Jesus is the Good Shepherd who leads the flock entrusted to him by the Father. The Good Shepherd calls his sheep by name. They hear his voice and they follow him. As a parish family here in Waynesboro, we are a small part of that much larger flock. Jesus alone is our shepherd. He alone calls us by name, and him alone do we follow. It is a simple image with deep meaning. The focus is Jesus our shepherd, not us the sheep of his flock. The shepherd leads the sheep who know his voice and follow him. Do we recognize the sound of our shepherd’s voice? How do we help others recognize it so they too will follow him alone? We all have important roles as secondary shepherds, all of us who are pastors, parents, godparents, and teachers. Jesus is our one true shepherd. One of our highest priorities is to help others to recognize his voice so they follow him.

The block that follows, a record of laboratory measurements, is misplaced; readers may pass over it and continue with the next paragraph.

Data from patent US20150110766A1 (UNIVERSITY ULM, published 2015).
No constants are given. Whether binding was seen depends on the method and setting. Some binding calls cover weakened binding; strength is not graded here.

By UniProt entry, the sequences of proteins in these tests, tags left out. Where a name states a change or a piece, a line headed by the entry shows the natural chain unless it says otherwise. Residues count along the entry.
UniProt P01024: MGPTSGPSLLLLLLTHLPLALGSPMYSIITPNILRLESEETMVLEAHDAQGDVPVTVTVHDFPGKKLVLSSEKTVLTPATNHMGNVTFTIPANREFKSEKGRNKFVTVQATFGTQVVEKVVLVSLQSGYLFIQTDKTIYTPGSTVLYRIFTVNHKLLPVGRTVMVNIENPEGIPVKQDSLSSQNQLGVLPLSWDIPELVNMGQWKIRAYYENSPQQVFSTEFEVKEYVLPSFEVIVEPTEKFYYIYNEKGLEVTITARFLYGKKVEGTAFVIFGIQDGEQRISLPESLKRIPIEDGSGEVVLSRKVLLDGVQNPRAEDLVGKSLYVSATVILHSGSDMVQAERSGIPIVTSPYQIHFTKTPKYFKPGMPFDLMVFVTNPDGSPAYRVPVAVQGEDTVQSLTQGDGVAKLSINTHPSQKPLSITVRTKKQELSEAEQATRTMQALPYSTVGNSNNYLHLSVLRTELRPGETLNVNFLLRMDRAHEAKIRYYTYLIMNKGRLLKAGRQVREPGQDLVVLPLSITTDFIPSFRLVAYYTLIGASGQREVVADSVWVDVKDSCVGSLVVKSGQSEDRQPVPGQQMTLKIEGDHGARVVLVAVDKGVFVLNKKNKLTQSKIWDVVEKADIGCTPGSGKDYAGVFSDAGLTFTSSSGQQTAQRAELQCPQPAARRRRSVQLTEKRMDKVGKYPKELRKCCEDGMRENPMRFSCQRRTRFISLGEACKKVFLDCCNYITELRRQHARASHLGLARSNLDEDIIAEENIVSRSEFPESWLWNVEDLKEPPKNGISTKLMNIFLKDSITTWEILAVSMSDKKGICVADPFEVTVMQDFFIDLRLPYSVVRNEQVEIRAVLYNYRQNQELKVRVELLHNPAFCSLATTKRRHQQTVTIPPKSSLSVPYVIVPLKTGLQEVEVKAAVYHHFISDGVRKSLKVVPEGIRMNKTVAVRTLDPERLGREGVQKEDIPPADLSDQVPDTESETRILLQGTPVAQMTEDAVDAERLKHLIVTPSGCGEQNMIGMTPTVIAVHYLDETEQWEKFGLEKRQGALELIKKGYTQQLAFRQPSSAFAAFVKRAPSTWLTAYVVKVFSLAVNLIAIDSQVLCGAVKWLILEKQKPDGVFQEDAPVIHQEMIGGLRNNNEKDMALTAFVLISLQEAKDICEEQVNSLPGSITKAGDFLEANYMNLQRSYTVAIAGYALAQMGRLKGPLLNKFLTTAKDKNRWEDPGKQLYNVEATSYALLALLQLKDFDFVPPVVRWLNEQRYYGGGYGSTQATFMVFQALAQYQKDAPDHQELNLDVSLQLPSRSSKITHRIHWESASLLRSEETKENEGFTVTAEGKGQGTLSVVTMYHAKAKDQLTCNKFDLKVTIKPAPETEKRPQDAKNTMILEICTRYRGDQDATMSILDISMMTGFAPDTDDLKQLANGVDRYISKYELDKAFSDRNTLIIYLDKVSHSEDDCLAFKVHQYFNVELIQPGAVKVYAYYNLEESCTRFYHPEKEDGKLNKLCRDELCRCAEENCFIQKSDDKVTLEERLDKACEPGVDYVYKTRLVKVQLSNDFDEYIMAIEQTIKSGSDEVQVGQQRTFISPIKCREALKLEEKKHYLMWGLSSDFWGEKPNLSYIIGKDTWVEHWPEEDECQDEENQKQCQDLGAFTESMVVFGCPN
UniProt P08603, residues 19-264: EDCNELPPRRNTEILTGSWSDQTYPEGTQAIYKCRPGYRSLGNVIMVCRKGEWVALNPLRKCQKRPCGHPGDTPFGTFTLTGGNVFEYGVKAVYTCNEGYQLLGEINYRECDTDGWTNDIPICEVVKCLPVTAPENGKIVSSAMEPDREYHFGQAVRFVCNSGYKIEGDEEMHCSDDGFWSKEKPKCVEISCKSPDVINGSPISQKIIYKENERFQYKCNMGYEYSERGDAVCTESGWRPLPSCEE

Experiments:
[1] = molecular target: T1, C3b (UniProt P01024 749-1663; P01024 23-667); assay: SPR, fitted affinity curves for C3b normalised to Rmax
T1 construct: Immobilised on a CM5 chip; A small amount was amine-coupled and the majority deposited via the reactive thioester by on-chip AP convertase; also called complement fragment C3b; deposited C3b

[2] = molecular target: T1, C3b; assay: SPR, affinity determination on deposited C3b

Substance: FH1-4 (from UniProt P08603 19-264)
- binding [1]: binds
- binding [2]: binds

“I am the gate for the sheep,” Jesus says as well. A gate allows or hinders access to the sheep. Our shepherd is the ultimate steward of those in his care. As co-shepherds with our shepherd we work together to guard the flock from destructive influences, error, and sin. “I came so that they might have life and have it more abundantly.” How can we help each other access this life that Jesus wants to give us in abundance?

Our life together is more than busy work and meetings and fundraising. The parish staff does more than fill out paperwork and run programming. Liturgical ministers don’t just fulfill functions at Sunday mass. Catechists do more than teach the religious curriculum. Those who staff the clothes closet and food pantry do more than clothe the naked and feed the hungry. Our sewing ministry does more than make vestments for church and facemasks for first responders. We need to keep doing all that. But in this strange and challenging time, we cannot keep doing as we’ve always done. We need to explore new and relevant ways to draw others to Jesus, our Good Shepherd. He offers us abundant life. We cannot offer anything less.

Rolo B Castillo © 2020